Best Things to Do in Unalaska

Unalaska Day Tours & Attractions View All

In the 1940’s more than 100 build­ings pep­pered the hill­side here, mak­ing up U.S. Army Base Fort Schwat­ka and Bat­tery 402. This coastal out­post was con­sid­ered cut­ting edge for its time. The Battery’s posi­tion high on Ulak­ta Head gave look­outs a strate­gic view and its 8‑inch, 21-ton guns boast­ed a range of 22 miles.

The bow of the sunken SS North­west­ern points to the sky in Cap­tains Bay, a fifty-foot-high sym­bol of Alaska’s role in World War II. The North­west­ern had a fas­ci­nat­ing his­to­ry even before Japan­ese war­planes bombed her on June 4, 1942. After trans­port­ing pas­sen­gers, troops and bananas on the East Coast, she logged more than thir­ty years in north­ern waters, car­ry­ing pas­sen­gers between South­east Alas­ka and Seattle.

Cap­tain James Cook saw much of Alaska’s coast­line dur­ing his trou­bled third voy­age in search of a North­west Pas­sage. Prince William Sound, Prince of Wales Island, Nor­ton Sound, and Bris­tol Bay are just some of the places he named dur­ing his trav­els. Eng­lish Bay, on the east­ern side of Unalas­ka Island, ref­er­ences the two land­ings Cook and crew made there in 1778 (just months before his death in the Hawai­ian Islands).

The strik­ing Holy Ascen­sion Russ­ian Ortho­dox Church – with its red-shin­gled roofs and green onion domes – has become an inte­gral part of the Unalas­ka sky­line over the last cen­tu­ry. It is both an odd­i­ty (archi­tec­tural­ly dif­fer­ent than any­thing else in the Aleu­tians) and a sym­bol of Russ­ian influ­ence on Aleut cul­ture and religion.

When the Unit­ed States mil­i­tary left Unalas­ka Island at the end of World War II, it also left behind build­ings and equip­ment that would become war relics and reminders of the area’s impor­tance dur­ing the Aleut­ian cam­paign, often called the For­got­ten War.” The build­ings have dete­ri­o­rat­ed over the years and some have been torn down. But his­tor­i­cal plaques mark­ing the loca­tion of sev­en World War II points of inter­est were erect­ed in 2007 to ensure  ...more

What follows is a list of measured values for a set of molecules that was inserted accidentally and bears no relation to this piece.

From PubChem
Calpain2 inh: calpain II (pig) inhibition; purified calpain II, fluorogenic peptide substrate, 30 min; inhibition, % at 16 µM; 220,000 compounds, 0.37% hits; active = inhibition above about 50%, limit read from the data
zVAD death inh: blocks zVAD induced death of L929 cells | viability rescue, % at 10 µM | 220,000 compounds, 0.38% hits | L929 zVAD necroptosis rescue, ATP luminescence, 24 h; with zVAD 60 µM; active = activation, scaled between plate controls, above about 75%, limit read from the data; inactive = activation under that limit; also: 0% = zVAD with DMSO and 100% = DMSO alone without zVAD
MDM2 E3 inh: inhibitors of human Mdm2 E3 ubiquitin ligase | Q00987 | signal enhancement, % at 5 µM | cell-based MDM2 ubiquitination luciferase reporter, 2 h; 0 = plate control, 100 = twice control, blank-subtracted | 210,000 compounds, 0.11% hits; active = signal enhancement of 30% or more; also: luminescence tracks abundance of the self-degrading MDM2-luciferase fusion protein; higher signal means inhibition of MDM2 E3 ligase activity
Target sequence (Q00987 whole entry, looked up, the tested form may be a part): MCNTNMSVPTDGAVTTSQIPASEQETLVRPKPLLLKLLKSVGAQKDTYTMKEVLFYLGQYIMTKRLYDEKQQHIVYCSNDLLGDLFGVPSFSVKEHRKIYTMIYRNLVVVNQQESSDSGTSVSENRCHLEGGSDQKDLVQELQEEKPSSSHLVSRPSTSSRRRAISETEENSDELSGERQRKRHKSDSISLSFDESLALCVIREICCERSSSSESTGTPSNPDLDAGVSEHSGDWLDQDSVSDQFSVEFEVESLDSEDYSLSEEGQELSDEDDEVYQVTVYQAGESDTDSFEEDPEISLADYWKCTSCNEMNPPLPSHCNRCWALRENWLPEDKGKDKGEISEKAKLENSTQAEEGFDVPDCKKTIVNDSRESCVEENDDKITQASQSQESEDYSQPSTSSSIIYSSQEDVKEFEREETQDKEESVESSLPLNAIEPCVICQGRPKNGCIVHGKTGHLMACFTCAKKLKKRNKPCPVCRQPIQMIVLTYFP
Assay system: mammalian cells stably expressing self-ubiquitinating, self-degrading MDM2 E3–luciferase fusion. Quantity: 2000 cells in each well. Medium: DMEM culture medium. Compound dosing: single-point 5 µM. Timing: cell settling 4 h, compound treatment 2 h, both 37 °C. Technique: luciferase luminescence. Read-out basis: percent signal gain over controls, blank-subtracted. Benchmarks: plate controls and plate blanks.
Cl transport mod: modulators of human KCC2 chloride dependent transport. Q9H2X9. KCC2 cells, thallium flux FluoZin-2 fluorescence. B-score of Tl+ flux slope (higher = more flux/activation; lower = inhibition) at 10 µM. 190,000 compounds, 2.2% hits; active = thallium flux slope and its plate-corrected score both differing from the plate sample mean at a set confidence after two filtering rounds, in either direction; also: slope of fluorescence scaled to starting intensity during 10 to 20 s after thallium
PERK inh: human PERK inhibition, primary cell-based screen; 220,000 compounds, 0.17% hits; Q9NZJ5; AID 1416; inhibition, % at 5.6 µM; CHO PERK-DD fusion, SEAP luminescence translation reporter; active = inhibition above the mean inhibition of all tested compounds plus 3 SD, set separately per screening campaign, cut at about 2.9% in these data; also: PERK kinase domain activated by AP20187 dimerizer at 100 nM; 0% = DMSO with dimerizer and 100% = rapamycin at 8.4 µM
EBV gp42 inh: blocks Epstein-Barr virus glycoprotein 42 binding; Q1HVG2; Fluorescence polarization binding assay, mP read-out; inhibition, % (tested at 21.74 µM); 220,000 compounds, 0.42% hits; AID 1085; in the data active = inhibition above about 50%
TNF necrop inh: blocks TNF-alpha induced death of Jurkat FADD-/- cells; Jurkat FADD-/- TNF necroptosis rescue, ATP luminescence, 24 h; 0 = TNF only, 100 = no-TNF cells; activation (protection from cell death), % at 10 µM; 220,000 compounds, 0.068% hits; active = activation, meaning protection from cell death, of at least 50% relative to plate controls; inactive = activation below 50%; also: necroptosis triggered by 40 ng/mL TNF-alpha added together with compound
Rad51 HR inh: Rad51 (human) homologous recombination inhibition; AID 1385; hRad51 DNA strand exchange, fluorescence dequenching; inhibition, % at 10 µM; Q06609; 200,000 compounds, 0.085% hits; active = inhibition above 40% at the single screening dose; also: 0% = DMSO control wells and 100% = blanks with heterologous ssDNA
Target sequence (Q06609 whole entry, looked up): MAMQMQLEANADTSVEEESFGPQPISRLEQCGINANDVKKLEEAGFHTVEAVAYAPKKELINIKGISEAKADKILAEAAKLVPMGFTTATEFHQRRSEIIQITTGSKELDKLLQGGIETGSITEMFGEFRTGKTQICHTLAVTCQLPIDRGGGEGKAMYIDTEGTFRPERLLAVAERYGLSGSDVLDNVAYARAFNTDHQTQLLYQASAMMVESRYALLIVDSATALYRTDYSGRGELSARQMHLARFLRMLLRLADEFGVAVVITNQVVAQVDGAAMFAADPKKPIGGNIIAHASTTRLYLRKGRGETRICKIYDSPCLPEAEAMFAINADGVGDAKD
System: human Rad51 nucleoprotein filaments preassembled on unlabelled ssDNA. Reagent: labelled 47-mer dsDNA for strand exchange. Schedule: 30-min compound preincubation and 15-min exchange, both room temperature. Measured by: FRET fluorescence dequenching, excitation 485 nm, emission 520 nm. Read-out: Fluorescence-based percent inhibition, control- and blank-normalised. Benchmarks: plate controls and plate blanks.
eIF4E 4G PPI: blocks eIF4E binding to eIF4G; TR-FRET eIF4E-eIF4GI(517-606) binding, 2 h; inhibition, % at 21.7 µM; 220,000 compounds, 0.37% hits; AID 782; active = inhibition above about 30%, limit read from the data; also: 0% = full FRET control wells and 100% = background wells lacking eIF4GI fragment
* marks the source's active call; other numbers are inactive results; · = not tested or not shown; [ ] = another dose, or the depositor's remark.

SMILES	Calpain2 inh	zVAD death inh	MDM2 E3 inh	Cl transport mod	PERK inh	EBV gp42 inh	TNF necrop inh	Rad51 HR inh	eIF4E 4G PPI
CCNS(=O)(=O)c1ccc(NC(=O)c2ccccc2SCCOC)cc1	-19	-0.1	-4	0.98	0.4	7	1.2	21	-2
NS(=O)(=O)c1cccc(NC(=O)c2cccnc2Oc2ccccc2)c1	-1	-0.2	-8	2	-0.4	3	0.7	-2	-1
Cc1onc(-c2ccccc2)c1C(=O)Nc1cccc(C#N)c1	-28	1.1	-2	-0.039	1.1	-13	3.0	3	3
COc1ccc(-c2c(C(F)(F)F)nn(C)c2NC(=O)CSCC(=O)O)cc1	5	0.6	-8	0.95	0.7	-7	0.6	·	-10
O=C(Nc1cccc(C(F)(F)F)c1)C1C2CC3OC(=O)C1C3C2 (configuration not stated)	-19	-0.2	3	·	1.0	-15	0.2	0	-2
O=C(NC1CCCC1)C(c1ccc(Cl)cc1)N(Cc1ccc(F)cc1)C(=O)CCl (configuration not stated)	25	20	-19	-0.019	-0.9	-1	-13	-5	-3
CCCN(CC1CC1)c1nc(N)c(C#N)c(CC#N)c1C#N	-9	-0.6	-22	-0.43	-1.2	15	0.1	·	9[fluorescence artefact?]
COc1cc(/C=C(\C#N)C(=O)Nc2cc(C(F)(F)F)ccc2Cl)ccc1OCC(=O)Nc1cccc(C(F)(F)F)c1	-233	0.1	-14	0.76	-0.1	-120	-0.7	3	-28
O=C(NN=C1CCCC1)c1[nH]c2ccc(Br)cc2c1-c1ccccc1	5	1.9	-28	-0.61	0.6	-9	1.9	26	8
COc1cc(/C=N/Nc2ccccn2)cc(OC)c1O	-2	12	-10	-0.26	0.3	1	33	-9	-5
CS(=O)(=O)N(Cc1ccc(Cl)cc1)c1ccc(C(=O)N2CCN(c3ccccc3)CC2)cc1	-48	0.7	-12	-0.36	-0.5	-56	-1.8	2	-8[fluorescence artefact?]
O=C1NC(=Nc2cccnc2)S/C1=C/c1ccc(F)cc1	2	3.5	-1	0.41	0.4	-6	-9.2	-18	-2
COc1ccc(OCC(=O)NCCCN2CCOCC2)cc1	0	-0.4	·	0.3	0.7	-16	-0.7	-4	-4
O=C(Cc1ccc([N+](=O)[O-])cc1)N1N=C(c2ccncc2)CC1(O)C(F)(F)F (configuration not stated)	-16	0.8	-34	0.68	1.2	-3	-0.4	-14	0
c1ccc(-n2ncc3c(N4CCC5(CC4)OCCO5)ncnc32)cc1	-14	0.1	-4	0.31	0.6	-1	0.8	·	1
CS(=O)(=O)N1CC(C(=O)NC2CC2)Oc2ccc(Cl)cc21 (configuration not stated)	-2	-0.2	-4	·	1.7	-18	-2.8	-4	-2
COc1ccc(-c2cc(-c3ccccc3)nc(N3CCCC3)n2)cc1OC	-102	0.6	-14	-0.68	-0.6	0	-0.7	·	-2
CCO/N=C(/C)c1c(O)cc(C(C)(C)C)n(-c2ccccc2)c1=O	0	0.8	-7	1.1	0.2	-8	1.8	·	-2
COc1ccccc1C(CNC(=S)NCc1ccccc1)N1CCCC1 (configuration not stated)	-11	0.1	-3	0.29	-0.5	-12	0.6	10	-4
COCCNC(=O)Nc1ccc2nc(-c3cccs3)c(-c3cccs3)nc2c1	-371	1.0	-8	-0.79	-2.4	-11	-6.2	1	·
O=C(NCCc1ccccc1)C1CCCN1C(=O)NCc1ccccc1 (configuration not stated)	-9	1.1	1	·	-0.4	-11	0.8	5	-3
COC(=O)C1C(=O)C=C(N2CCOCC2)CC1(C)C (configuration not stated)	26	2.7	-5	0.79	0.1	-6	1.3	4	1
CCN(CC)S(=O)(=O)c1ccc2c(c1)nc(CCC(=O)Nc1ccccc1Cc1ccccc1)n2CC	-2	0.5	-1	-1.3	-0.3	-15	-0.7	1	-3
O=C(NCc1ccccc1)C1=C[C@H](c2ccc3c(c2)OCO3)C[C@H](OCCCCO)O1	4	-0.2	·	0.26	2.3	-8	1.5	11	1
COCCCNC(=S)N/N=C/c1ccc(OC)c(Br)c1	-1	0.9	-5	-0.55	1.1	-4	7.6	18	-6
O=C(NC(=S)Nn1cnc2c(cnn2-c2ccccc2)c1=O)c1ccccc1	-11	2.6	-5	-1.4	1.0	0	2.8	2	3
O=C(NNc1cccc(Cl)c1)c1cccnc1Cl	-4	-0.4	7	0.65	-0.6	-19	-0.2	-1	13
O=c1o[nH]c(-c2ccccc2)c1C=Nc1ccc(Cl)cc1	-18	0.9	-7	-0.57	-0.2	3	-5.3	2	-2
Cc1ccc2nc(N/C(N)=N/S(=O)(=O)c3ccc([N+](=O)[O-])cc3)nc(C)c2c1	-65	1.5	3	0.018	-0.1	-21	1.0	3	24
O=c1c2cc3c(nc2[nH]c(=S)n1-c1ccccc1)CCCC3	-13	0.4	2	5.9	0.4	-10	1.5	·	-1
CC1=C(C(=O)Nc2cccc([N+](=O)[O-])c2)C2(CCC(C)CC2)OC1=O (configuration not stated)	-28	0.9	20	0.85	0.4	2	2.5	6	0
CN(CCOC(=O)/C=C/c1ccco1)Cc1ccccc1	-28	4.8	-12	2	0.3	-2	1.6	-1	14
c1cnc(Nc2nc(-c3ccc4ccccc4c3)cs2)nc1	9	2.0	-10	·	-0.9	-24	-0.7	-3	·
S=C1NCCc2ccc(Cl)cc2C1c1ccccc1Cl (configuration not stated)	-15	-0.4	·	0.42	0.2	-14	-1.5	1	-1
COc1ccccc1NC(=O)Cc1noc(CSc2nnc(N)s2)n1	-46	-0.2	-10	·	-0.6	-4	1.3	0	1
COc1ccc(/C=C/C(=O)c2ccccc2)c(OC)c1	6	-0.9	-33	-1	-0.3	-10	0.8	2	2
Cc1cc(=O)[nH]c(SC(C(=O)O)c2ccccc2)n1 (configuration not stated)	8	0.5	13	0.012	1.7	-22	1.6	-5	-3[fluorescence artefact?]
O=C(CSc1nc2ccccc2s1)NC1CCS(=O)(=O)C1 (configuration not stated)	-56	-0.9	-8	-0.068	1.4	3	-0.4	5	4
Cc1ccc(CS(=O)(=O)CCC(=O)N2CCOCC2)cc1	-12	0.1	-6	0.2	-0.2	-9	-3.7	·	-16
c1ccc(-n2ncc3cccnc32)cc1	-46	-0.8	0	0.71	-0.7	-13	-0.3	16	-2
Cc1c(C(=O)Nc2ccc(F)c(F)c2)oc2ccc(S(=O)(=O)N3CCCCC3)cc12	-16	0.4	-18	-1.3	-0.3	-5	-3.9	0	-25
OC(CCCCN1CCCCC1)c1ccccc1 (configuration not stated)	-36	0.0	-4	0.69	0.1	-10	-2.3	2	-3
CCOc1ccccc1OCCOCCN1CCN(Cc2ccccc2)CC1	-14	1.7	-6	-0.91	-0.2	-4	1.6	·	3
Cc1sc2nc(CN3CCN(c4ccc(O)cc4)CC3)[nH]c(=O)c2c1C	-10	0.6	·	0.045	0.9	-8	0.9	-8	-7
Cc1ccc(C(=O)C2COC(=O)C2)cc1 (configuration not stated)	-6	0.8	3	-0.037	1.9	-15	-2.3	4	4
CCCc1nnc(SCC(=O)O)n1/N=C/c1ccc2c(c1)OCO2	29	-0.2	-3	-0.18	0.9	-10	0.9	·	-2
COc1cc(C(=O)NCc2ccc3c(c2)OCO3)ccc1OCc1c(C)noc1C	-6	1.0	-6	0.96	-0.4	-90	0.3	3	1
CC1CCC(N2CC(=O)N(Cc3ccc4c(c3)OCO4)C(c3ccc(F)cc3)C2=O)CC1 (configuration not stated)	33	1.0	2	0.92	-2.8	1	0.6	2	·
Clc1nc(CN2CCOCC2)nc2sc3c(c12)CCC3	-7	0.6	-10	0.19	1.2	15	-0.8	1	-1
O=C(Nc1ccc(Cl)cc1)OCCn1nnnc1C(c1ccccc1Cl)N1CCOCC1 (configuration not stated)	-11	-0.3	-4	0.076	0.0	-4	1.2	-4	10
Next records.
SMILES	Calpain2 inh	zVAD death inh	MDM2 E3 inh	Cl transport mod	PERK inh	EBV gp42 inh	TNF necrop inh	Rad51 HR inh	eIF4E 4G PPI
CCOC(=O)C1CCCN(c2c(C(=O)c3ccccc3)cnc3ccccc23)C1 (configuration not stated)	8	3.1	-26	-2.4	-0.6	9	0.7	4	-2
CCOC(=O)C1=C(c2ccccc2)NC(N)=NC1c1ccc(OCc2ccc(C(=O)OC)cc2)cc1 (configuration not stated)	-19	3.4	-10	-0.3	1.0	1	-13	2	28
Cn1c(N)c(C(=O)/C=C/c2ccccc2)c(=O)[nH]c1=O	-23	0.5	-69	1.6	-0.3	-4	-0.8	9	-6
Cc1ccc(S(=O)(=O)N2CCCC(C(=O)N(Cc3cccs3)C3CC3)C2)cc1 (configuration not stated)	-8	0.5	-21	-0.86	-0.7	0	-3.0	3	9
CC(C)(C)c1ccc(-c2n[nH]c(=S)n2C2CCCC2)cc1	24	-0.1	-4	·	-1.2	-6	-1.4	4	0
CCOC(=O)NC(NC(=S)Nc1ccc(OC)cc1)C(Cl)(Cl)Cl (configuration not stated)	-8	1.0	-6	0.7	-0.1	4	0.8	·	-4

Memo­r­i­al Park was built in 1992 in hon­or Coast Guard and Navy per­son­nel that lost their lives dur­ing WWII.

Difficulty: Moderate

If your trav­el group includes a WWII enthu­si­ast, a wildlife devo­tee, a bird­er, and a kid who enjoys rolling around on the tun­dra, Bunker Hill is the per­fect spot. Plus, it has the best pho­to ops, with a 360-degree view of the entire area: Cap­tains Bay, Amak­nak Island, Unalas­ka Bay and Ili­uliuk Harbor.

World War II buffs will want to check out remain­ing World War II defen­sive for­ti­fi­ca­tions like ele­phant-steel mag­a­zines and the base-end sta­tion that over­look Sum­mer Bay and Humpy Cove.

[{"slug":"dutch-harbor-unalaska","title":"Unalaska"}]

Unalaska Parks & Trails View All

The 2,300-foot Pyra­mid Peak is sur­round­ed by Pyra­mid Val­ley, Cap­tains Bay and miles of pop­u­lar hik­ing trails, includ­ing a cir­cuit around the peak. This loca­tion is for the bird­er who wants to get out of the city and indus­tri­al areas of town to lis­ten for bird­song while sit­ting among the wild­flow­ers or berries of the Aleut­ian tundra.

Difficulty: Moderate Distance: 3 miles

Beaver Inlet, on the oth­er side of Unalas­ka Island, was an his­toric portage for the native Unan­gan peo­ple who lived in the vil­lage of Bior­ka just across on Sedan­ka Island. You can only get there by boat or by foot, but the pris­tine views away from the more pop­u­lat­ed areas of Unalas­ka are worth the effort. One pop­u­lar and acces­si­ble route is the Peace of Mind Trail, a three-mile round-trip trek that show­cas­es a range of topog­ra­phy and winds  ...more